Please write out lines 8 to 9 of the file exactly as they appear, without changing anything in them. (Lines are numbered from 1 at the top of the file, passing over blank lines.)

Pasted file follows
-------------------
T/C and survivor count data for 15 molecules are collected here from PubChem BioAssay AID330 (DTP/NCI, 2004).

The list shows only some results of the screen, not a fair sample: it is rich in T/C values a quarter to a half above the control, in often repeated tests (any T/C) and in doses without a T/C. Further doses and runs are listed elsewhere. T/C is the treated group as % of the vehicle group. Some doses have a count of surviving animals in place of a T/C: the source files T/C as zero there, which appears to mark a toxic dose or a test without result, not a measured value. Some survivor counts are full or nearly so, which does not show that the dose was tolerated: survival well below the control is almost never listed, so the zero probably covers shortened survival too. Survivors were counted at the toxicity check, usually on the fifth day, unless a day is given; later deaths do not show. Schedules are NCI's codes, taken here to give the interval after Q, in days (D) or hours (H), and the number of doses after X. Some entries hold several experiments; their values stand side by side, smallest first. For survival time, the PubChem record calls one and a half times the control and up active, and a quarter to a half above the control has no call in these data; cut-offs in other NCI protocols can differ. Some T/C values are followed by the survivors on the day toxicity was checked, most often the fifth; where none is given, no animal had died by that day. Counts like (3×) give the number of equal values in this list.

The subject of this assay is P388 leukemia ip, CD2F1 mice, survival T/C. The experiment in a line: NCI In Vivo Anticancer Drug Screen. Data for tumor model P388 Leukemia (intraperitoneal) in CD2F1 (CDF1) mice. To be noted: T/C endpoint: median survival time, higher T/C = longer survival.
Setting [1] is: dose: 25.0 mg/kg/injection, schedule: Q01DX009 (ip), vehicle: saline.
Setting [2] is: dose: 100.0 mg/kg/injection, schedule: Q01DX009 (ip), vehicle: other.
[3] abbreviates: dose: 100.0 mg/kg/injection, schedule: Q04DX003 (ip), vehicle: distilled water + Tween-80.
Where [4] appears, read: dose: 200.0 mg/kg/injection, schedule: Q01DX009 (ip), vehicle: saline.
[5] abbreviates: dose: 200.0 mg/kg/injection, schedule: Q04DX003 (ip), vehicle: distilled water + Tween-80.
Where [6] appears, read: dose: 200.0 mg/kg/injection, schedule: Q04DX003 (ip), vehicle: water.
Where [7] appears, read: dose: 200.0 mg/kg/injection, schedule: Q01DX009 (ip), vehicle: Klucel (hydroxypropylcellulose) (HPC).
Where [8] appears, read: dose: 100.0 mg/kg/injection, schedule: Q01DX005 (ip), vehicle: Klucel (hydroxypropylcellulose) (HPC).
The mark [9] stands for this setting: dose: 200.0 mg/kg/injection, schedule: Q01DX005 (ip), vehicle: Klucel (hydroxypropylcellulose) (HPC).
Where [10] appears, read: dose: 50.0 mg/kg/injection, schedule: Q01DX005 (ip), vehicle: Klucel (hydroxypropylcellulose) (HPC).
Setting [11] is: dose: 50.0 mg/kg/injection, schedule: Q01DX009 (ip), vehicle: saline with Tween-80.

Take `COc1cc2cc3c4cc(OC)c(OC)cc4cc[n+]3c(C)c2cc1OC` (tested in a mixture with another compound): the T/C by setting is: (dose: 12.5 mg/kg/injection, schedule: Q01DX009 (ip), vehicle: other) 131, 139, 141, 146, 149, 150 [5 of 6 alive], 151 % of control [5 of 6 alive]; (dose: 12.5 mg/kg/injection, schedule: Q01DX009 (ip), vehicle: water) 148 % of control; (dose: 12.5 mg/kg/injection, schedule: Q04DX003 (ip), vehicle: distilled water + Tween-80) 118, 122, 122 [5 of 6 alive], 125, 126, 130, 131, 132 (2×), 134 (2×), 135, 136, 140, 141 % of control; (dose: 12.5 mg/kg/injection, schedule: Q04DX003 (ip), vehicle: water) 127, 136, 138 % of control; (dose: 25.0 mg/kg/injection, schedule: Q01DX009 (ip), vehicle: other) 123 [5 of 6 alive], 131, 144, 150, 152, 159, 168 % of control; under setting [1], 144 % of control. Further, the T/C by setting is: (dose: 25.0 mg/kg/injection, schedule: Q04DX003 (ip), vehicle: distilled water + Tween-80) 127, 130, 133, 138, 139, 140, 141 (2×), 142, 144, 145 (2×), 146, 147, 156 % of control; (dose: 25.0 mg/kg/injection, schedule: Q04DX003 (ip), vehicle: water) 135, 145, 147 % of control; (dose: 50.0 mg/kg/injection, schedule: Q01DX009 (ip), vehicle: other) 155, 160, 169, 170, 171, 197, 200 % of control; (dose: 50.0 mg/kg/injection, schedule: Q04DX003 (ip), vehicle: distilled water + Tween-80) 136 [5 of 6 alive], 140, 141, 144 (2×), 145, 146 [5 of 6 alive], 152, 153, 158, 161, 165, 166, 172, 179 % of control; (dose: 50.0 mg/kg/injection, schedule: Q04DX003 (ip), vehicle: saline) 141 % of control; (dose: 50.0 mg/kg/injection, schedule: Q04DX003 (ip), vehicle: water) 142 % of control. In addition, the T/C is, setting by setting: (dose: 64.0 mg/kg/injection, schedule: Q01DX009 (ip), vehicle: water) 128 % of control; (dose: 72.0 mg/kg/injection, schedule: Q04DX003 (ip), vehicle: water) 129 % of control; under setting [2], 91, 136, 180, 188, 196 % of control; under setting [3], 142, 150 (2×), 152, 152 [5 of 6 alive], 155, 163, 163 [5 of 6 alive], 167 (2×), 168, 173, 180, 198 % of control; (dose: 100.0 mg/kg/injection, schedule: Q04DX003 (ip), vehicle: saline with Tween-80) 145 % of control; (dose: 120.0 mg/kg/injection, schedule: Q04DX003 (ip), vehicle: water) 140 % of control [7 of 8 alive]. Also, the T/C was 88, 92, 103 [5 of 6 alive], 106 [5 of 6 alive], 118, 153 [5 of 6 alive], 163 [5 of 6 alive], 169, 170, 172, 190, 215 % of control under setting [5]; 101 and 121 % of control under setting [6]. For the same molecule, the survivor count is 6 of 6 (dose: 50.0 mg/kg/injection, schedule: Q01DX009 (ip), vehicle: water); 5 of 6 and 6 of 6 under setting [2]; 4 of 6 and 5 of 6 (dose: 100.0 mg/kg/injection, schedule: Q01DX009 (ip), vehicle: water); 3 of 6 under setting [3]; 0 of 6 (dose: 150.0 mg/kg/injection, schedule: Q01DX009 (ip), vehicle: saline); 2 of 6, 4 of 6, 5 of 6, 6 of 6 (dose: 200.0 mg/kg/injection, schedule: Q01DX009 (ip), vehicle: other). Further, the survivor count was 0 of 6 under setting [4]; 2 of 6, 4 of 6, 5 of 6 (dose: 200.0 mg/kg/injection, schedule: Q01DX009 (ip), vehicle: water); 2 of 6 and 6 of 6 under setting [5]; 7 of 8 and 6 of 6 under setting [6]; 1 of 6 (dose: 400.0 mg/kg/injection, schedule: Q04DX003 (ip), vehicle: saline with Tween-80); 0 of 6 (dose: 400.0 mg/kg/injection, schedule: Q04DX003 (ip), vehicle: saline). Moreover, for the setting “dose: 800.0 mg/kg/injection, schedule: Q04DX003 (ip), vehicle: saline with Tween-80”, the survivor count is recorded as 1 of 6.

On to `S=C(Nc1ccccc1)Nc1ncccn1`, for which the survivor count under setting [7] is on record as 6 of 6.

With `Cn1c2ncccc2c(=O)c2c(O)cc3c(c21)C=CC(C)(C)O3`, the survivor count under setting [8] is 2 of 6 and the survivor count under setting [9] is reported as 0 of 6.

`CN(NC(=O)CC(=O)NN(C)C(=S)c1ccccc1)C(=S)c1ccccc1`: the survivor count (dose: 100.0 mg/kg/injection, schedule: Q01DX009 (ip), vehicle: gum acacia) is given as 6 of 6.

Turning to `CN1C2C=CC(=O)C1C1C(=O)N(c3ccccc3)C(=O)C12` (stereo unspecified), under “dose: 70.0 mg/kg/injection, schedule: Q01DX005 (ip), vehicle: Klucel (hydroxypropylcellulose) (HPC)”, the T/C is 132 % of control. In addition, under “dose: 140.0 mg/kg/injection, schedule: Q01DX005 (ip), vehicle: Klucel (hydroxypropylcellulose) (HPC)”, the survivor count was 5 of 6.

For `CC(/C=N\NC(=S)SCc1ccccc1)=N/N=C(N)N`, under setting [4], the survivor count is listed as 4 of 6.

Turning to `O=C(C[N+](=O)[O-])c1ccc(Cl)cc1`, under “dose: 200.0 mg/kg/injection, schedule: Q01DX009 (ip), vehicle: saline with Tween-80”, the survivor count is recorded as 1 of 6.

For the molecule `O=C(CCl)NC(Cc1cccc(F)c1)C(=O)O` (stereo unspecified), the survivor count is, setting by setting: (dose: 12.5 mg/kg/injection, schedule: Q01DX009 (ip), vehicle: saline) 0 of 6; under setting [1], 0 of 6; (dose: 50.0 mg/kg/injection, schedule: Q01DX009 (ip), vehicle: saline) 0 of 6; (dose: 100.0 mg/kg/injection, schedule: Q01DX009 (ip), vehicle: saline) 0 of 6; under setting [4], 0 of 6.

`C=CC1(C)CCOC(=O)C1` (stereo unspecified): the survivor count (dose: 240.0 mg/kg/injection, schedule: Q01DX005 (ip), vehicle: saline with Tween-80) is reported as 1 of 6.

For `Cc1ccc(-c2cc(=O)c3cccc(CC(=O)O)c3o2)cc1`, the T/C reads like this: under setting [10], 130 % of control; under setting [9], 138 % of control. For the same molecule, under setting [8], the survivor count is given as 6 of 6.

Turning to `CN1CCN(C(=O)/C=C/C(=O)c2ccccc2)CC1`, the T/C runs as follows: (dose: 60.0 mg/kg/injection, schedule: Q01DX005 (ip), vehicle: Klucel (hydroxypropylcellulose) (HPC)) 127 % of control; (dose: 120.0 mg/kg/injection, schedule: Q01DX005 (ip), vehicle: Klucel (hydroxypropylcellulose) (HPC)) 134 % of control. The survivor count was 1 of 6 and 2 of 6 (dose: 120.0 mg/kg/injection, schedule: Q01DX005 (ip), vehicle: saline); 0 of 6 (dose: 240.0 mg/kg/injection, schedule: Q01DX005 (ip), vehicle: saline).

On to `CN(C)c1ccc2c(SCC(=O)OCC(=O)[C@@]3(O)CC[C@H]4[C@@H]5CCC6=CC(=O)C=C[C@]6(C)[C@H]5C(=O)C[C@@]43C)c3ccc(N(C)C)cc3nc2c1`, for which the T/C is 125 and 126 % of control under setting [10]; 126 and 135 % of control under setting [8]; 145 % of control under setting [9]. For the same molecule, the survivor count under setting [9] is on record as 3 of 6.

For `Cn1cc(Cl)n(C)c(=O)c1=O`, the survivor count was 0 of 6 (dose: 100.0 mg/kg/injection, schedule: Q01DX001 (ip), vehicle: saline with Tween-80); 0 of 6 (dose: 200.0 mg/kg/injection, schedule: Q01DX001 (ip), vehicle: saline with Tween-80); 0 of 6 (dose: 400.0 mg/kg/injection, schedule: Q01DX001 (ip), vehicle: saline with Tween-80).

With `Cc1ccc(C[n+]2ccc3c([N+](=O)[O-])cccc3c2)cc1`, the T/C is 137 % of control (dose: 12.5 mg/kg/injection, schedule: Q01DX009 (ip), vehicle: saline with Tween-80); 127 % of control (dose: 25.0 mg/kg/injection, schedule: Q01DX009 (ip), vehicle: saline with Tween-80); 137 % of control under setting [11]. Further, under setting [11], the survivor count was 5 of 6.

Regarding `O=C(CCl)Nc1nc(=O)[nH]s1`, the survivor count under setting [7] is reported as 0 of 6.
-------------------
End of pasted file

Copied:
[5] abbreviates: dose: 200.0 mg/kg/injection, schedule: Q04DX003 (ip), vehicle: distilled water + Tween-80.
Where [6] appears, read: dose: 200.0 mg/kg/injection, schedule: Q04DX003 (ip), vehicle: water.